We’ve all seen the amazing Humans of New York stories. Some sad, some happy. All inspiring. In fact, so inspiring that I decided to embark on a journey to do the same but with the students at the University of Hertfordshire. However, the creator of Humans of New York, Brandon Stanton, according to an interview he gave with CNN, did not originally set out to tell people’s stories:
“The approach to the concept started out purely as [a] photography blog. In the first year, I was just taking pictures without captions.”
However, he goes on to say that he, “started having interactions in streets” and that interaction were so meaningful that it got, “to the point where now I can’t call it a photography blog because the storytelling is so vital”.
It is Stanton’s storytelling and his focus on telling stories that were untold by mainstream media, but still mattered and needed to be heard that made his project so popular.
The concept of telling stories that are not being told was largely what inspired me to start ‘Students of UH’ because I think that student’s stories are largely untold, or if told, discussed for a bit, and then dismissed. We’ve all seen countless articles about how students are suffering under the current system. Students have to juggle university, having a social life, often working a part time job and worrying about a crippling amount of debt. It’s no wonder that according to YouGov, 1 in 4 students suffer from mental health problems.
Despite this, no change is happening. Fees are set to increase even more this year. The government has already set out plans and started the process to start selling off the student loan book to private investors. Bursaries for student nurses are to be abolished this year, and unsurprisingly applications to nursing and midwifery courses have fallen by 23% due to this decision.
I think it is a fair assessment that UK students are in trouble, and that maybe, just maybe we should start listening to them and their stories of what life at university is really like.
So here is one such story…
Name: Callie Watling
Postgraduate Student (her Undergraduate degree, however, was not at the University of Hertfordshire)
Currently studying for a Masters in Journalism and Media Communications
“My mental state was not a good enough reason to have extenuating circumstances.”
Picture by Callie Watling
First year of Callie’s undergraduate degree
“My first year was alright, it was a bit dull because Student Finance didn’t give me enough money to live in London, and so I had to go live in Watford with my aunt. So I had to commute an hour and a half every day to university. And I couldn’t do anything after university because I had to get back. And didn’t really make any friends, and that kind of stayed throughout all 3 years really. I made like two friends.”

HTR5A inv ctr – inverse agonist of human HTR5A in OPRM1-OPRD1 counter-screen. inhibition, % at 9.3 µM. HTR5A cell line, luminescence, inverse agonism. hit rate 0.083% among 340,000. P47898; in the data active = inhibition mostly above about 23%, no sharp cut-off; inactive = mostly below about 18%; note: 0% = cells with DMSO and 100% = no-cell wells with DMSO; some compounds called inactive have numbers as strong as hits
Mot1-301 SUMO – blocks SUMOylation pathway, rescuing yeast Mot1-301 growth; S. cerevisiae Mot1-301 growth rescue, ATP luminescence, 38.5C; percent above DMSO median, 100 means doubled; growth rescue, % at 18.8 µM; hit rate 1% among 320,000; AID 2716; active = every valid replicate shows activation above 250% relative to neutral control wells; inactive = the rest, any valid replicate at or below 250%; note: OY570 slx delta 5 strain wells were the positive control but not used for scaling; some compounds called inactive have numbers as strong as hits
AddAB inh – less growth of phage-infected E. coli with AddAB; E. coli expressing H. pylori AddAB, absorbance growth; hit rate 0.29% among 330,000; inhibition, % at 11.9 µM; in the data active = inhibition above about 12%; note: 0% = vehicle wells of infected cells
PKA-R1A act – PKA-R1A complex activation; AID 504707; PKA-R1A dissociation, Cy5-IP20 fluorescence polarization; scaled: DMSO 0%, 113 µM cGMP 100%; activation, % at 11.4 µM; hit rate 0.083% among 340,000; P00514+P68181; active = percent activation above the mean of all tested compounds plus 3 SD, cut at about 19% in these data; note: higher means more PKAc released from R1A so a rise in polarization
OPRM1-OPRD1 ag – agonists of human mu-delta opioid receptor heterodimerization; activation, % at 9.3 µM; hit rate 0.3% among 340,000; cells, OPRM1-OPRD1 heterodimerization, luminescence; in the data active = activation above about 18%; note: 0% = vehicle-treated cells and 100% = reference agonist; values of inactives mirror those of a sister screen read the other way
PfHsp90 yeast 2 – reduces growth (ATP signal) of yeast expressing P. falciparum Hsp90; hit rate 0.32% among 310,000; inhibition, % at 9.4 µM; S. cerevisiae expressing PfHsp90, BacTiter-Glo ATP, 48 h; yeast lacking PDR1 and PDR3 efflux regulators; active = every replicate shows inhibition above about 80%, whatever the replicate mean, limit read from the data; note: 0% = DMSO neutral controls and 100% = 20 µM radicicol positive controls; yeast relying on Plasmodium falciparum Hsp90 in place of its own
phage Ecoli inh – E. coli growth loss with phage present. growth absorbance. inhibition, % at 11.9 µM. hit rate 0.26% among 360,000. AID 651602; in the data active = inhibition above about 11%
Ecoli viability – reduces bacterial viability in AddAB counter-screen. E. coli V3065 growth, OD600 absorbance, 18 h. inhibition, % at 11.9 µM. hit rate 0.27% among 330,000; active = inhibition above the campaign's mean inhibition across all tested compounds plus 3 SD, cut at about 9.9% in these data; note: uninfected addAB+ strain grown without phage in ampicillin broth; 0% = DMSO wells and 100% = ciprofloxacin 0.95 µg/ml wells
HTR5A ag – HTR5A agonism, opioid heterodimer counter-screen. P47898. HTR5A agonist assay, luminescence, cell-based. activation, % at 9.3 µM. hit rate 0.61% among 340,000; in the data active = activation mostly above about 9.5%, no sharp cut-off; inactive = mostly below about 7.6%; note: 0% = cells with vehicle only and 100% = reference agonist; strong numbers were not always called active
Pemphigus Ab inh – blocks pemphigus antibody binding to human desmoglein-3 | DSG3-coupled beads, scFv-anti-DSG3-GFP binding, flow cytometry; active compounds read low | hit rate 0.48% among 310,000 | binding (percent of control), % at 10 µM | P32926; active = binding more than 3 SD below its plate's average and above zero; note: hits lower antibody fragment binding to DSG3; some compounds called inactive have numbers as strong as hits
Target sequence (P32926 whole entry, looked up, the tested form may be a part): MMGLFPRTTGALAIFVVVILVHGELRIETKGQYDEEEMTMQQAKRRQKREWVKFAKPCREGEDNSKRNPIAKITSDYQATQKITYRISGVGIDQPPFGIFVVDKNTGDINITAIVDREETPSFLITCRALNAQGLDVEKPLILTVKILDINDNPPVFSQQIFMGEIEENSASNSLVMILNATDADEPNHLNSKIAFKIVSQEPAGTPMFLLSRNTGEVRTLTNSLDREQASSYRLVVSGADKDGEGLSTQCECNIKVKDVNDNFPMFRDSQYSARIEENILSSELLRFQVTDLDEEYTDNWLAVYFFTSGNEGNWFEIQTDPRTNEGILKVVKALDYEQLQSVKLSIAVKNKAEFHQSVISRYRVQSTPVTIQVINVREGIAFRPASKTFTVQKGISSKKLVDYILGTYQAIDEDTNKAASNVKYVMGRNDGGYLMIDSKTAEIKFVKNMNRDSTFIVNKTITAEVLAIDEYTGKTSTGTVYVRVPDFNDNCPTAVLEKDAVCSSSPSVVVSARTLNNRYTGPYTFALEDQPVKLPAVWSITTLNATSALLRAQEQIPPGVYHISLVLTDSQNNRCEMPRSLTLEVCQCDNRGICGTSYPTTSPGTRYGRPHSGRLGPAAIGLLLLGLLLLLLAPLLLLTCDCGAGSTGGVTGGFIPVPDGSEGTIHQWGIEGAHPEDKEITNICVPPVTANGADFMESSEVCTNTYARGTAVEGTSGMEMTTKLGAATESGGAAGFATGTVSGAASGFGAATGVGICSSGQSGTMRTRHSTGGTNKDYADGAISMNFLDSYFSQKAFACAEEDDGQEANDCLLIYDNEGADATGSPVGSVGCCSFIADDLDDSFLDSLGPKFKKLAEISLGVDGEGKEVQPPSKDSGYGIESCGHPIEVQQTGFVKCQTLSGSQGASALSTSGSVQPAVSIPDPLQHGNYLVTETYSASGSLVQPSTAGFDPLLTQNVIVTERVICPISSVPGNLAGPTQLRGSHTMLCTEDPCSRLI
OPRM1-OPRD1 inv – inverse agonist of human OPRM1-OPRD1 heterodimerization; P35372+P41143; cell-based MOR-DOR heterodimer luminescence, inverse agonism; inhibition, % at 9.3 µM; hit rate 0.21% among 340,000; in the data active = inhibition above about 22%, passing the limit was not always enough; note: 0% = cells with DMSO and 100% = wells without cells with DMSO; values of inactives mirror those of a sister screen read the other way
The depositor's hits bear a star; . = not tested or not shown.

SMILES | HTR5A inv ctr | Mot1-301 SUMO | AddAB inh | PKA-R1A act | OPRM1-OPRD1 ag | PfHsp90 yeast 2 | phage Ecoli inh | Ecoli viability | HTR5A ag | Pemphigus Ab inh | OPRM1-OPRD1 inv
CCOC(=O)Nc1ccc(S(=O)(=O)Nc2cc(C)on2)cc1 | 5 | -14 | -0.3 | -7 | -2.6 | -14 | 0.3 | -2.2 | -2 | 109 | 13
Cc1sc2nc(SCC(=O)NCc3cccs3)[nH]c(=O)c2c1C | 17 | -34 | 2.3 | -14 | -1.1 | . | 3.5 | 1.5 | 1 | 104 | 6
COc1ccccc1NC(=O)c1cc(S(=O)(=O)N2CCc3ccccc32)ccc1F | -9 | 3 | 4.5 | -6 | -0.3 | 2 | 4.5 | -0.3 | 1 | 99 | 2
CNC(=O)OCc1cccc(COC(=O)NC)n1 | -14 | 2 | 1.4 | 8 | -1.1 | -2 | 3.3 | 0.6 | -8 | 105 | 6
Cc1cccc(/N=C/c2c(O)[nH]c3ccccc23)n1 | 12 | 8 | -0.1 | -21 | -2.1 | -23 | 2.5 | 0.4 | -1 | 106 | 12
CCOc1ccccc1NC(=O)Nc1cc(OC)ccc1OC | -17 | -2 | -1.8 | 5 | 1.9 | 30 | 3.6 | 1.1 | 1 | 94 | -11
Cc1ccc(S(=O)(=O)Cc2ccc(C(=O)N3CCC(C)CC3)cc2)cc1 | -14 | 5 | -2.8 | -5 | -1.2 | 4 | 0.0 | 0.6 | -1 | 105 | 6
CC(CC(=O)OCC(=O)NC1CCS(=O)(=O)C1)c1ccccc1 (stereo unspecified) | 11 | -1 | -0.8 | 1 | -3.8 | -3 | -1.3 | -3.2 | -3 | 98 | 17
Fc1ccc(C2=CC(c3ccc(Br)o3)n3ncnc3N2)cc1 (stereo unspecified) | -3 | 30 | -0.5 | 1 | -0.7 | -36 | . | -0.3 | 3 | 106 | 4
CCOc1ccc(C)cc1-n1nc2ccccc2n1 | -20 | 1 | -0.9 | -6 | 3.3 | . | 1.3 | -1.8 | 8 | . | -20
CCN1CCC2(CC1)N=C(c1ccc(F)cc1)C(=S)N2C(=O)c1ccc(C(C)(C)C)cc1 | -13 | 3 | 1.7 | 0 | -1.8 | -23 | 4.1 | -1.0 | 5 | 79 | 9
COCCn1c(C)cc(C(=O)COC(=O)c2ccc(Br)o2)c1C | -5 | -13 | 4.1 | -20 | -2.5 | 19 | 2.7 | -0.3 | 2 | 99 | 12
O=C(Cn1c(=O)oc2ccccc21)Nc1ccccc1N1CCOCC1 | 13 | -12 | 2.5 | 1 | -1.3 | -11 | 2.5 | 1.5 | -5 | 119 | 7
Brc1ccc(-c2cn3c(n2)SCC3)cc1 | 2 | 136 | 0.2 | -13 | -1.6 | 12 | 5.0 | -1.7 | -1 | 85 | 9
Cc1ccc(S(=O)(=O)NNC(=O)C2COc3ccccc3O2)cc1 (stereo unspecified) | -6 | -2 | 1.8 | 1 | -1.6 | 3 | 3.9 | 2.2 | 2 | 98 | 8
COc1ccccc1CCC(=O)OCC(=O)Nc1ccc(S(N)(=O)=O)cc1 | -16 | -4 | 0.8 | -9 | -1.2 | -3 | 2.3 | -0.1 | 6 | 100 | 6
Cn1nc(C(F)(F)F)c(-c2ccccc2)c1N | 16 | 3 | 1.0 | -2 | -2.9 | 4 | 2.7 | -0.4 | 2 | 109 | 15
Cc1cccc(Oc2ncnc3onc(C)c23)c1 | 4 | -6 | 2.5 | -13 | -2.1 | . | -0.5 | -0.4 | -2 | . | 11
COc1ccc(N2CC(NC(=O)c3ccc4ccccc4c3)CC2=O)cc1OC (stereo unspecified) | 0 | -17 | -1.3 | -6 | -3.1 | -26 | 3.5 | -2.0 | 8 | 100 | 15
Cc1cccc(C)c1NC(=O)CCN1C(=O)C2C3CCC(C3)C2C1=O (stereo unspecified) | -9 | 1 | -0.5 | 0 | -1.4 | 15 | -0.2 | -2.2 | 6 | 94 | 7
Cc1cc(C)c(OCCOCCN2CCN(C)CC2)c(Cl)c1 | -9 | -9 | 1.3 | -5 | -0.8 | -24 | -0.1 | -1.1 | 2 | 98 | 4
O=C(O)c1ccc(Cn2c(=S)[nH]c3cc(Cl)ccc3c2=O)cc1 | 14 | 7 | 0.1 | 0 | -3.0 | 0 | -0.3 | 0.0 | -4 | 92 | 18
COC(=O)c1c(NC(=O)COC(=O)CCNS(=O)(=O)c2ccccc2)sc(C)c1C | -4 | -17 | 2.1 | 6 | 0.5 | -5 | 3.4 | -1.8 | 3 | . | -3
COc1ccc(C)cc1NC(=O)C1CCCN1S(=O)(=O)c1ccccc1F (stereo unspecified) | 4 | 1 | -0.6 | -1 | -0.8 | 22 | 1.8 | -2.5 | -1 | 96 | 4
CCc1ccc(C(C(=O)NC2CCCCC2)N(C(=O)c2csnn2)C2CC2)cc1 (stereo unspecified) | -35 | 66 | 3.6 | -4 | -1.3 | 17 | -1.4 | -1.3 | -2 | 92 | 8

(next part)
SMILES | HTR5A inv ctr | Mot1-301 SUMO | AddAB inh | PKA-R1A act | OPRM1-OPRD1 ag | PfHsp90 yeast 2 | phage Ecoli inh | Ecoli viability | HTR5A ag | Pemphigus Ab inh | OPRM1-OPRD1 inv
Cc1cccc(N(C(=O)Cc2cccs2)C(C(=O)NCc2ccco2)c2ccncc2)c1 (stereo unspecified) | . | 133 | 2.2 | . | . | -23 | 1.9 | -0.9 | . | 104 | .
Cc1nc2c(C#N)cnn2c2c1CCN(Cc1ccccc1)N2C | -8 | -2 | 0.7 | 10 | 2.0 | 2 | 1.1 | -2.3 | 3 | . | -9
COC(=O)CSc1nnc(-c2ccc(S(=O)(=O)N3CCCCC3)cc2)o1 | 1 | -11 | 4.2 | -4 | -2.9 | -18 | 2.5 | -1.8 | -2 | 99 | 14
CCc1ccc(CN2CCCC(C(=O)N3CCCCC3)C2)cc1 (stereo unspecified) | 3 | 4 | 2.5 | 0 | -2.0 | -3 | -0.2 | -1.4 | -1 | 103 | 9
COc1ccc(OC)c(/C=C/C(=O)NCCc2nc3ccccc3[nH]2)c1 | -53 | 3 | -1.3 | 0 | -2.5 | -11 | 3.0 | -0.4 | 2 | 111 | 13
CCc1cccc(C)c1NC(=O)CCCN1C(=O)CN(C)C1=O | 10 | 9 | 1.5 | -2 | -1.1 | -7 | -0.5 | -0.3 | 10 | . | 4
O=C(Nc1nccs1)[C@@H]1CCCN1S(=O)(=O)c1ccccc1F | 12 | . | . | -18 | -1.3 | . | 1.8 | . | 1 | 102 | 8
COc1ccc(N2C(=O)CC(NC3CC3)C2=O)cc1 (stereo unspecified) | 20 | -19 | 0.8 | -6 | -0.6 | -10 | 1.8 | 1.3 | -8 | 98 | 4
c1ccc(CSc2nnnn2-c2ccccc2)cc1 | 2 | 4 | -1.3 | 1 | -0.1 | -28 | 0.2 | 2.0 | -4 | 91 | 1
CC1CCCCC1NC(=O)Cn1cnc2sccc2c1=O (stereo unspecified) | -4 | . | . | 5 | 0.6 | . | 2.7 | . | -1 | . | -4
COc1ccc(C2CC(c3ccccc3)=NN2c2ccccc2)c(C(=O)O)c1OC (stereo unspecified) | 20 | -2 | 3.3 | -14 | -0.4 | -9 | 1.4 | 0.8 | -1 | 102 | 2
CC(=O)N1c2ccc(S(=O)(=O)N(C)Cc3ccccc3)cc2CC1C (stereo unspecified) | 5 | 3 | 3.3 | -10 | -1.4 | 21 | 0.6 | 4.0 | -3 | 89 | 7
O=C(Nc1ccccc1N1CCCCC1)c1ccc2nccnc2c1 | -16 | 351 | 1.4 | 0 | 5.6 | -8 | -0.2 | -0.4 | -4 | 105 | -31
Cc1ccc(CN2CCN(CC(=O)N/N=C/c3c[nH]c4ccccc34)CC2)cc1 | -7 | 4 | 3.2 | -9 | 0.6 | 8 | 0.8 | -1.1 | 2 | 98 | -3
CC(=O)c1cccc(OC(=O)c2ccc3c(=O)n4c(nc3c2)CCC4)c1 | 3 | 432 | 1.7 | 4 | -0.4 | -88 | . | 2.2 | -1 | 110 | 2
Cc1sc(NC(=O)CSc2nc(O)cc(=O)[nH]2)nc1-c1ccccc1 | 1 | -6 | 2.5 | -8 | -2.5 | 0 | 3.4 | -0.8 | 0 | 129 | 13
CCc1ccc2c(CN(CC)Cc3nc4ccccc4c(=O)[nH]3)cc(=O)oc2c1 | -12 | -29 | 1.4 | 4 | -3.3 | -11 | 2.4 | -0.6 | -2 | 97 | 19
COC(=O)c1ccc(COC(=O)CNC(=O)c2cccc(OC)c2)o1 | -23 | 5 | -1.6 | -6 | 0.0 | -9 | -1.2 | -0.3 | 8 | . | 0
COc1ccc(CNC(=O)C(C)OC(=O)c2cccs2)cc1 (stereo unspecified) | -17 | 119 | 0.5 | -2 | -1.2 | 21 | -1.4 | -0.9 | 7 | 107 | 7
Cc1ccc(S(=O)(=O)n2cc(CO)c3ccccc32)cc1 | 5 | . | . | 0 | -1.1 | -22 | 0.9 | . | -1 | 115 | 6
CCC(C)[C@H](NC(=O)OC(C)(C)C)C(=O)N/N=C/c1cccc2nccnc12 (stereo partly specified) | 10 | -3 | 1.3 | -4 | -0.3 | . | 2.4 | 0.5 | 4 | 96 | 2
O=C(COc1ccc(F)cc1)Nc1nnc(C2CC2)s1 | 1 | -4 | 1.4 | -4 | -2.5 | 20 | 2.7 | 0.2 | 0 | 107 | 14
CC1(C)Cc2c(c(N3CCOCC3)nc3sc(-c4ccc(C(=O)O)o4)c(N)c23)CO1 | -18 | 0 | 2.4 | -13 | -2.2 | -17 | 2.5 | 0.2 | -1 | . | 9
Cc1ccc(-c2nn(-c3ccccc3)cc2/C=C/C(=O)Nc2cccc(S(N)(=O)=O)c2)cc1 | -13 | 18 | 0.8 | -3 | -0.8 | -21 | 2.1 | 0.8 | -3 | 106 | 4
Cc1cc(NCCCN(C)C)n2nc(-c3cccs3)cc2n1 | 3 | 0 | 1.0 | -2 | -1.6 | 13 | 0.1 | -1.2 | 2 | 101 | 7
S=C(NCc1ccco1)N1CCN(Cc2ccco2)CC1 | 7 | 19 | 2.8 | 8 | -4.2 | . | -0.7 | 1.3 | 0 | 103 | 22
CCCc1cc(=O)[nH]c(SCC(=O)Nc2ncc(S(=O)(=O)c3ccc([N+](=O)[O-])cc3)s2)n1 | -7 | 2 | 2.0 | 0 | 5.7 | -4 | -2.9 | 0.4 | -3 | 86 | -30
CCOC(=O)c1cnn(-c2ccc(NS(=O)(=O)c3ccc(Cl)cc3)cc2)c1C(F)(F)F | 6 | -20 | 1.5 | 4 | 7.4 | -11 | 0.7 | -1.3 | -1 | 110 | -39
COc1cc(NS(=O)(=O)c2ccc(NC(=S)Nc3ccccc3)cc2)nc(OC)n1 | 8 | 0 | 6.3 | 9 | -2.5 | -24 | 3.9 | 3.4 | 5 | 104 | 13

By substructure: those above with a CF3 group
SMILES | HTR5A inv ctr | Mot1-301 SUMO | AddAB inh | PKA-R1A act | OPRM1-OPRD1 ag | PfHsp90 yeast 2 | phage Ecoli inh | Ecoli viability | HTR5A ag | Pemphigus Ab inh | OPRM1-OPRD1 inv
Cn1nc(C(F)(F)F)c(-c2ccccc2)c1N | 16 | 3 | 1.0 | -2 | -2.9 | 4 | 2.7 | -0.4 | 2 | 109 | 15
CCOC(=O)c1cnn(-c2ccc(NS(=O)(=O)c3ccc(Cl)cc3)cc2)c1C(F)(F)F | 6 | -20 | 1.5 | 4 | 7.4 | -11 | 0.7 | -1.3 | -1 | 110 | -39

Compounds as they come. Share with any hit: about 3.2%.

It was in Callie’s second year that the issues she had regarding her mental health at university started for her:
“My second year was hard because I had issues with my mental health. From October, so right at the beginning, all the way through to June/July. So really the whole year. Basically, I just became depressed and anxious. And I didn’t go to university anymore. Didn’t do my work. I couldn’t be bothered. I couldn’t be bothered with anyone. I didn’t talk to my family for like a month. I didn’t see anyone from university. Those friends I was just telling you about I didn’t talk to. I would try and avoid my boyfriend. And get him to not come and visit because I just wanted to be alone. So it was pretty bad.”
So bad in fact that it almost lost her place at university:
“And then I nearly got kicked out of university because I wasn’t putting in any effort and I just ended up plagiarising because I would take things online and submit them. Just because I had to submit something. That was it. I knew perfectly well that was what was going on. I just didn’t care. I didn’t care to check over it. I didn’t care to quote or anything. Then, I nearly lost my place at university and got in quite a big bit of trouble. So I went to my course leader and and explained everything with what was going on and quite frankly he wasn’t very useful. He listened to me, which was good. And understood where I was coming from, but when it came to actually sorting out the issue at hand, I got a couple of links. One to an extenuating circumstance form and another one to the mental health team. That was it. And I didn’t go to see the mental health team because it was daunting. I’d have to travel an hour into university to speak to these people that I didn’t know, and there wasn’t any other guidance or help offered. Also, I filled in my extenuating circumstance form, and had to get a note from the doctor to prove that I did have mental health issues, but then my form got rejected because apparently I didn’t get a note early enough to actually cover when I was feeling very low. So I had to retake the essay, which was good that I got the chance to but the grade was capped and it meant that my mental health state was not a good enough reason to have extenuating circumstances.”
Callie is not the only student dissatisfied with the mental health services